Being a total book nerd, I read approximately 8-10 books during my long summer days in Maine by the lake. 75% of these are non-fiction, which I realize makes me an even bigger nerd. The fact that the other 25% of the non-fiction that I read gives me some type of business insight makes me a freak, at least according to my husband.
One of those fictional books this summer was "Revolutionary Road". It's a short but slow and depressing read. The story is of two young adults, Frank and April Wheeler, a couple who lived on the assumption that their greatness is just around the corner. But then they rationalized that kids got in the way, or work, and they never did what they said they always wanted to. It's heartbreaking when you realize that Frank and April end up in the mediocrity of the stereotypical American suburbs, betraying not only each other, but their best selves. Apparently it was made into a movie, and I ever feel the need for a total downer, I will put that on my list.
There was one bright spot in the book that I highlighted when Frank is talking to the VP of Sales for the business machines company he works for in NYC. As they were discussing a new shift in their industry and a new branch of the company he was developing, the VP said to Frank; "Everything is selling. Nothing happens in this world, nothing comes into this world, until somebody makes a sale. Don't believe me- look at it this way. Where the hell do you think you be if your father had not sold your mother a bill of goods?"
At the time I had highlighted it because it reminded me that just like marketing is everyone's job, so is selling. It doesn't matter if you are a start-up or a CEO, everyone has a responsibilty to connect and add value with the buyer.
I was reminded of the book quote after a recent Twitter exchange with a fellow rabble rouser where we tossed around whether or not a new word was needed for sales, because to some, sales is a dirty word like marketing is a fluffy word.
@minetmarketing Is "hooking up" taken?— Rick Roberge (@RainMakerMaker) September 4, 2013
@minetmarketing So, I should stop asking prospects if they want to hook up?— Rick Roberge (@RainMakerMaker) September 5, 2013
The Internet is the road, Inbound is the revolutionary shift.
The internet has both distrupted and created new ways to communicate with each other. Because the internet has changed the way communicate, it is changing the way we think and how we gather and process information. How does this play out in the business world? Like a small town, transparency has become the culture of the internet.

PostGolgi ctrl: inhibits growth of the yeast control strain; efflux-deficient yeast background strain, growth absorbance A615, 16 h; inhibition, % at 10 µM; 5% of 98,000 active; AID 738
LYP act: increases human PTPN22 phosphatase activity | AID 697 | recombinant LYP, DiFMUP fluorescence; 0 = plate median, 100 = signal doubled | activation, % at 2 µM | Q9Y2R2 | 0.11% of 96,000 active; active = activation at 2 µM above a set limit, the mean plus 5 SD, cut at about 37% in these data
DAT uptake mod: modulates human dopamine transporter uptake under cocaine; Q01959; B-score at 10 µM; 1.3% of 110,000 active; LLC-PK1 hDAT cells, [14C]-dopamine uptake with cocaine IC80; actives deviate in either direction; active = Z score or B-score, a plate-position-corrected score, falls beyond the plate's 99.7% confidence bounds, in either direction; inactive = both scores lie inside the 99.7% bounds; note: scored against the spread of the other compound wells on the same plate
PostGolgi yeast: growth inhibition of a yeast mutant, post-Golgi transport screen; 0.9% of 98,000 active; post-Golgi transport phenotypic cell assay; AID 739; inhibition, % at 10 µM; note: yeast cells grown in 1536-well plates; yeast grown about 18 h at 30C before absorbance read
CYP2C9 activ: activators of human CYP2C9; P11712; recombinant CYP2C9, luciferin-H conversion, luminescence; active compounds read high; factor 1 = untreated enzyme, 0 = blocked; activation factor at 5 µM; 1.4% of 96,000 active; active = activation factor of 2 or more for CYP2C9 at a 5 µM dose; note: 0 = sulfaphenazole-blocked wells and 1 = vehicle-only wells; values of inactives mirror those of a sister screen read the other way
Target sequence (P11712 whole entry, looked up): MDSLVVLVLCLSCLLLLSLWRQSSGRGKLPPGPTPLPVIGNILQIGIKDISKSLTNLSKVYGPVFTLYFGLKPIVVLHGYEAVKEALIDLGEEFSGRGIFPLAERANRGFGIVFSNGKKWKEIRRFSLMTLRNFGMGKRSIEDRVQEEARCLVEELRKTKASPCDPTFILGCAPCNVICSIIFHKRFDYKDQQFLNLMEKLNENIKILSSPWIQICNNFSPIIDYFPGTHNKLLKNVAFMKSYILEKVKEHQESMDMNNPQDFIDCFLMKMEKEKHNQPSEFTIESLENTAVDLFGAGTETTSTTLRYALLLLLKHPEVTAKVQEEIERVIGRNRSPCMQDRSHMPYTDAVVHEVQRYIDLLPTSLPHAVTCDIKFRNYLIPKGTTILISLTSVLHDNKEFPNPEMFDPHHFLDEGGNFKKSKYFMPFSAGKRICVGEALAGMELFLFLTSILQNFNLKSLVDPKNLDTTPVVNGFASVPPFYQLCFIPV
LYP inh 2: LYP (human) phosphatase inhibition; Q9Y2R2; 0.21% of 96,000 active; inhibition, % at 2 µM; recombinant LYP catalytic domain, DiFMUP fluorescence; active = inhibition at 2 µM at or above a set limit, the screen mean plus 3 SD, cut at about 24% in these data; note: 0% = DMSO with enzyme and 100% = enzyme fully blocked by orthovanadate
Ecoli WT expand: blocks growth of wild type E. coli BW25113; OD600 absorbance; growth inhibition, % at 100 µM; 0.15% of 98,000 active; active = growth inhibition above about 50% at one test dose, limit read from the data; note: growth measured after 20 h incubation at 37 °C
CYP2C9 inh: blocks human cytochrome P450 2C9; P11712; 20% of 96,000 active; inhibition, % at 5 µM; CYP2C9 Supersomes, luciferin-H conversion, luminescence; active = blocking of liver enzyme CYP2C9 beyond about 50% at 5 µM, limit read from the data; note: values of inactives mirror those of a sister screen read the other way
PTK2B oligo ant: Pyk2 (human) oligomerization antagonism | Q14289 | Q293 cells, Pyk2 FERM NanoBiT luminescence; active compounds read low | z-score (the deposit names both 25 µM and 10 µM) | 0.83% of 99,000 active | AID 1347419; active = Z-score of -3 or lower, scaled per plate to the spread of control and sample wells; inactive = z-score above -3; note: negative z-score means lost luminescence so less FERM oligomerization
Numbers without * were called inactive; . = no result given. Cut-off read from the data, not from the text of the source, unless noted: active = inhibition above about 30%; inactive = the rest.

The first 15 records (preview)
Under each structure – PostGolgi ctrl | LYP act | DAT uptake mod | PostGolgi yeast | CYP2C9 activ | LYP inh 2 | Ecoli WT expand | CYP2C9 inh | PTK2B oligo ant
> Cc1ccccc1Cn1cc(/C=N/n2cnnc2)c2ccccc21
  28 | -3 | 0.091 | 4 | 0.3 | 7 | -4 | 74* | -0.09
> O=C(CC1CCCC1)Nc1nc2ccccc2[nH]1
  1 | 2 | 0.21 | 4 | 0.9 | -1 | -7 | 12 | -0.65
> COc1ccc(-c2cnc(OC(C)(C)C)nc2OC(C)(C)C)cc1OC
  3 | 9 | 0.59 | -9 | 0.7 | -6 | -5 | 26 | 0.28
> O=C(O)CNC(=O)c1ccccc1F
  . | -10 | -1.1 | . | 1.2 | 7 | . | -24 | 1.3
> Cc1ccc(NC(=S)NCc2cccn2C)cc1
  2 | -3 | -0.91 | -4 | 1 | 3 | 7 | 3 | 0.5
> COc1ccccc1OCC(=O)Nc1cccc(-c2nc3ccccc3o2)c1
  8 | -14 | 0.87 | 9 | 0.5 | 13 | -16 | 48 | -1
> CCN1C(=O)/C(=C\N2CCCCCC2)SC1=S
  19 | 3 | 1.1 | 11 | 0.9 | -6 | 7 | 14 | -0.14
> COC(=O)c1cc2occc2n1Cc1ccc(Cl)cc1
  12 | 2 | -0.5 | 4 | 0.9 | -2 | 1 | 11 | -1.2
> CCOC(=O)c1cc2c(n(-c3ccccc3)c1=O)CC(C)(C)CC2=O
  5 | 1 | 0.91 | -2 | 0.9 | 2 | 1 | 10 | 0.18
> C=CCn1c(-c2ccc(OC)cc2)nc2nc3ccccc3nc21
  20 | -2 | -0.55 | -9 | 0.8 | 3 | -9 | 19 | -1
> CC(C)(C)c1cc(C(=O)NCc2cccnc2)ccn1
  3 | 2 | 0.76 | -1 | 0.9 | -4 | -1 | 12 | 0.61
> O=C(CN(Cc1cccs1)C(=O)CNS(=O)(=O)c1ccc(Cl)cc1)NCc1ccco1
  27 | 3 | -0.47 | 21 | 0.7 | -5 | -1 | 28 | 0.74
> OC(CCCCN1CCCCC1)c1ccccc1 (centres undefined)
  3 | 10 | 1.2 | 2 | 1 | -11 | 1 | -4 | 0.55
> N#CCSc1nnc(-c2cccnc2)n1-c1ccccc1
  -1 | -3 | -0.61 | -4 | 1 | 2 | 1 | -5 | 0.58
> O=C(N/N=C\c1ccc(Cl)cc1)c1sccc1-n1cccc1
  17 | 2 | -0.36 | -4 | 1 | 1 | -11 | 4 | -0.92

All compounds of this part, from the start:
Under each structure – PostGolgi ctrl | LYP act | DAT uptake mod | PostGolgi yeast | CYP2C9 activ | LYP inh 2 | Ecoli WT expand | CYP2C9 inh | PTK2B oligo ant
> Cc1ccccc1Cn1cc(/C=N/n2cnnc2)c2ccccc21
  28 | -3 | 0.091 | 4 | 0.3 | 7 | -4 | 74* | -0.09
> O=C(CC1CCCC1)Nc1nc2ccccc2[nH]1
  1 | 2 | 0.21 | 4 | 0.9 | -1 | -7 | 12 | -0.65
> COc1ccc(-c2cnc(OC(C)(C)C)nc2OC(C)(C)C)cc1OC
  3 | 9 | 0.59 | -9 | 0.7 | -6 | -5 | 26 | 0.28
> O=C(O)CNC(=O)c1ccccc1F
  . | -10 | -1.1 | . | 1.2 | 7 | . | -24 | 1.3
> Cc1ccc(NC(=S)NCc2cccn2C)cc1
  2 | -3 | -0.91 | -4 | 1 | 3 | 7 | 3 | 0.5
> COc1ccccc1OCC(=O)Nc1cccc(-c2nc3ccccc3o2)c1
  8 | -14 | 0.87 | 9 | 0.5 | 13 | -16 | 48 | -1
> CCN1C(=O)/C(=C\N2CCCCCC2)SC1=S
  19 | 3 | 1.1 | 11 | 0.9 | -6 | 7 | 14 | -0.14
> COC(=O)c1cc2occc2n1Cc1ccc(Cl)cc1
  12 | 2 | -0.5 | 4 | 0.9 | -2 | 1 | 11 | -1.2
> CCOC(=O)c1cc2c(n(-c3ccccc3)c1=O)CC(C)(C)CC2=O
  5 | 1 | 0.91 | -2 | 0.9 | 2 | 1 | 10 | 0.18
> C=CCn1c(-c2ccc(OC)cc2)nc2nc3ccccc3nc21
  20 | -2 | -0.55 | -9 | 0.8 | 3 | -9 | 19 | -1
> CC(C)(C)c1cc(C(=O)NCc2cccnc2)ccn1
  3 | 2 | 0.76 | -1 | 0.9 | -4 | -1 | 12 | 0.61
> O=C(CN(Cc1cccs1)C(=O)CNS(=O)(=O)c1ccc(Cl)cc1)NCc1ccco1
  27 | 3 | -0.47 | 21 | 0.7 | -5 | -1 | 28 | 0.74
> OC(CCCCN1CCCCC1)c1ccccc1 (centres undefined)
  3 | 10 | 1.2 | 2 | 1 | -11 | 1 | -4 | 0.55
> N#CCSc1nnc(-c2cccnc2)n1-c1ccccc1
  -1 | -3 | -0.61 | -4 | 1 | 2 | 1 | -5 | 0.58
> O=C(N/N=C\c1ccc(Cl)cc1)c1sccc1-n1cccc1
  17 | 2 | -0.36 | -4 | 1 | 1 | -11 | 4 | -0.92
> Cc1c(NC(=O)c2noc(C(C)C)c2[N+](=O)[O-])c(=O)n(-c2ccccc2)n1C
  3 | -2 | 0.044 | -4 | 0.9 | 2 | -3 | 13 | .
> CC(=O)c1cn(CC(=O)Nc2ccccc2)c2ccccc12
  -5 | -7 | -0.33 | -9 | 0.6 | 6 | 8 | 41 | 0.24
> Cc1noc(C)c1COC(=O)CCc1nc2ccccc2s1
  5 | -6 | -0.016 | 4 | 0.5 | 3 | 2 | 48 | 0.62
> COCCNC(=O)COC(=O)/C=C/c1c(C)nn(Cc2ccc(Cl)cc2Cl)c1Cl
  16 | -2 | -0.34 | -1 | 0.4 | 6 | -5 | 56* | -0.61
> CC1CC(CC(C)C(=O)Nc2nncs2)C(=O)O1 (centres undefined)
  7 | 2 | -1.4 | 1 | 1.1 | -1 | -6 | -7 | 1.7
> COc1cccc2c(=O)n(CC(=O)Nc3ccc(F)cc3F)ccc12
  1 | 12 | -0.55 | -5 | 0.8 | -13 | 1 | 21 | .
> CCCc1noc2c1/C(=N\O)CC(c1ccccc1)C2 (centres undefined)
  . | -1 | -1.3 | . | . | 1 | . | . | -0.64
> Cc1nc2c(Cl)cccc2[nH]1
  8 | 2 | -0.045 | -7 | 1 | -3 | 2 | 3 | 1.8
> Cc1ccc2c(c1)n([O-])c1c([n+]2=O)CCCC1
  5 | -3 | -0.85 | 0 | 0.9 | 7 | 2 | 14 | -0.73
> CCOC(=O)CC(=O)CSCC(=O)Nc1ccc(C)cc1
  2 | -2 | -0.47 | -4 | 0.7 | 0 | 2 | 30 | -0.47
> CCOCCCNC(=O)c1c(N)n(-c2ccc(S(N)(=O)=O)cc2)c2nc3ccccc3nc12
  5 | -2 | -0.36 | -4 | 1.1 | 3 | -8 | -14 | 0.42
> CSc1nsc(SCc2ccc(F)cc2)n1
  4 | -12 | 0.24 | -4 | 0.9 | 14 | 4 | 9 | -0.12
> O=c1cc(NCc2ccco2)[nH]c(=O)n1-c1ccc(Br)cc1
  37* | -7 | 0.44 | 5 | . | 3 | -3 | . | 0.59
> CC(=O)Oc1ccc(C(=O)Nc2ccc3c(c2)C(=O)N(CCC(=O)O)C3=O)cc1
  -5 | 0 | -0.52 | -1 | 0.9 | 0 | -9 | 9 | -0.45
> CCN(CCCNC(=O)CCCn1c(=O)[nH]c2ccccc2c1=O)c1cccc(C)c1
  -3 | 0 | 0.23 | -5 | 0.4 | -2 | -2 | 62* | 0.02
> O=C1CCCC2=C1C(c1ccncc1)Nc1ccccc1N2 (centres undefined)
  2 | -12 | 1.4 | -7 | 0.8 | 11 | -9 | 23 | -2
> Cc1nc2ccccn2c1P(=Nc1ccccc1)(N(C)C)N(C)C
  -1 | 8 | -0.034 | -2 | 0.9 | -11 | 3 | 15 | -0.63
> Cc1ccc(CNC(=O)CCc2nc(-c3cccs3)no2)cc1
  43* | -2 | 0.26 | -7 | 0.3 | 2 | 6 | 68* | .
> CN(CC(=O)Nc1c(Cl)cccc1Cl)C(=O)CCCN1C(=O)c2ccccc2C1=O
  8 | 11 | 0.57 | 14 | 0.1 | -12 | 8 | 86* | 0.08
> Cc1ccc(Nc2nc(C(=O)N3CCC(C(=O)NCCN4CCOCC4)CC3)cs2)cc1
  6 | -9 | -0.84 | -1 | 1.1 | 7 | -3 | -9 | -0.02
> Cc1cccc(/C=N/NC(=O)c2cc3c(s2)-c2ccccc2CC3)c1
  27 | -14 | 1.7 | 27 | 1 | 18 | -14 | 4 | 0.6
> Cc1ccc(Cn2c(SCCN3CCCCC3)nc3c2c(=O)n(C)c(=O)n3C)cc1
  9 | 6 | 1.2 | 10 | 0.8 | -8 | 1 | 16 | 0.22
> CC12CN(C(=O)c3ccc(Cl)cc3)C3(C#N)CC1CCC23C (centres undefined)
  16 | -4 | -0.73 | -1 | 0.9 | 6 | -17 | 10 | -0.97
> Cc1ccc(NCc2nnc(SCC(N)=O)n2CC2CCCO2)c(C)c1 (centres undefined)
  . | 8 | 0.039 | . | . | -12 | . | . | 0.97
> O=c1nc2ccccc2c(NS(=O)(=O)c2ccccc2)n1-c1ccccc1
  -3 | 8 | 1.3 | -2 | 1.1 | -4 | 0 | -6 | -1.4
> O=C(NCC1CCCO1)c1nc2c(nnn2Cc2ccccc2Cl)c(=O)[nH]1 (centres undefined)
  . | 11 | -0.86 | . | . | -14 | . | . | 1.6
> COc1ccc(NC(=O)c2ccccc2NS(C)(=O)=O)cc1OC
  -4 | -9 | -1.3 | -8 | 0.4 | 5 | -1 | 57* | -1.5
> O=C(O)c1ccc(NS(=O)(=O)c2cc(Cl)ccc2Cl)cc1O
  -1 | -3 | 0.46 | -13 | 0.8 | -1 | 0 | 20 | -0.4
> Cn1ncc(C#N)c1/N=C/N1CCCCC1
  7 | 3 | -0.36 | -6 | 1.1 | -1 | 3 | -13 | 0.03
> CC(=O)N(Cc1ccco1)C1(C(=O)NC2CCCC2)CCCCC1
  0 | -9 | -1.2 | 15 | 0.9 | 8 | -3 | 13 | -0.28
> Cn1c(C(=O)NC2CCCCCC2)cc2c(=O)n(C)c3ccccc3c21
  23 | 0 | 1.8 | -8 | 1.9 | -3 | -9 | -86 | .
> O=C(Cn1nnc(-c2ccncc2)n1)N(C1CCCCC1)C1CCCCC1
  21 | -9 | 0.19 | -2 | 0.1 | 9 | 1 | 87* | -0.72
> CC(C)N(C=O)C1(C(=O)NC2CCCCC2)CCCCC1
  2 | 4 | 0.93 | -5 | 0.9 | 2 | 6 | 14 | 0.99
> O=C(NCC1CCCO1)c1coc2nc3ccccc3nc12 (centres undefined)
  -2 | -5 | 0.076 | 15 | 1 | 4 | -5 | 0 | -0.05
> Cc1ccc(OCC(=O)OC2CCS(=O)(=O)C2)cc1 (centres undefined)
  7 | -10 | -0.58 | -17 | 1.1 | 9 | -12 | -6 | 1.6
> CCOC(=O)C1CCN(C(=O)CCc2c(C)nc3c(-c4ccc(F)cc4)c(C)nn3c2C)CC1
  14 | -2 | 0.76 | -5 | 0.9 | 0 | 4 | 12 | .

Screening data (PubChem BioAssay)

For a while now, I have told people that inbound is about getting found by the right match. Marketing's job is to act as the matchmaker. Sales needs to be the courtor. Service is the marriage counselor for a long term relationship. Everyone is always selling to the buyer.
In the book Revolutionary Road, Frank and April gave up on being their best and most remarkable selves and their lives end in sad tragedy. So what is the correlation?
To be found by the right match, date them, and keep them-you have to first be your best and most remarkable self. If you accept mediocrity in yourself, you can't expect the right match to be (and stay) attracted to that. The problem is not them, the internet, or anything outside of our own selves.
So if the value of a busines is not determined by the shareholders, the CEO, or the investment company, but by it's customers, then why do so many businesses measure success by the bottom line and not the individual human experience? To improve on the human experience, don't we first have to be better humans?
Do you want to grow your business to improve your lifestyle, or the lives of others? Does your business succeed because you are a smart entreprenuer or because your customers make you a better business? Do you want your inbound marketing to succeed so you can sell more stuff, or because you truly think that this could help people in some way? Do you measure referral rates as closely as you measure new sales?
The fail in the book Revolutionary Road was Frank and April's inability to see that they were better people because of the other person and that for that reason, they didn't feel the need to live up to that. Businesses that don't understand where their true value comes from do the same with their customers. Or as Rick put it, "When we become 'other-centered', we are more likely to step up our game for the person that we care about."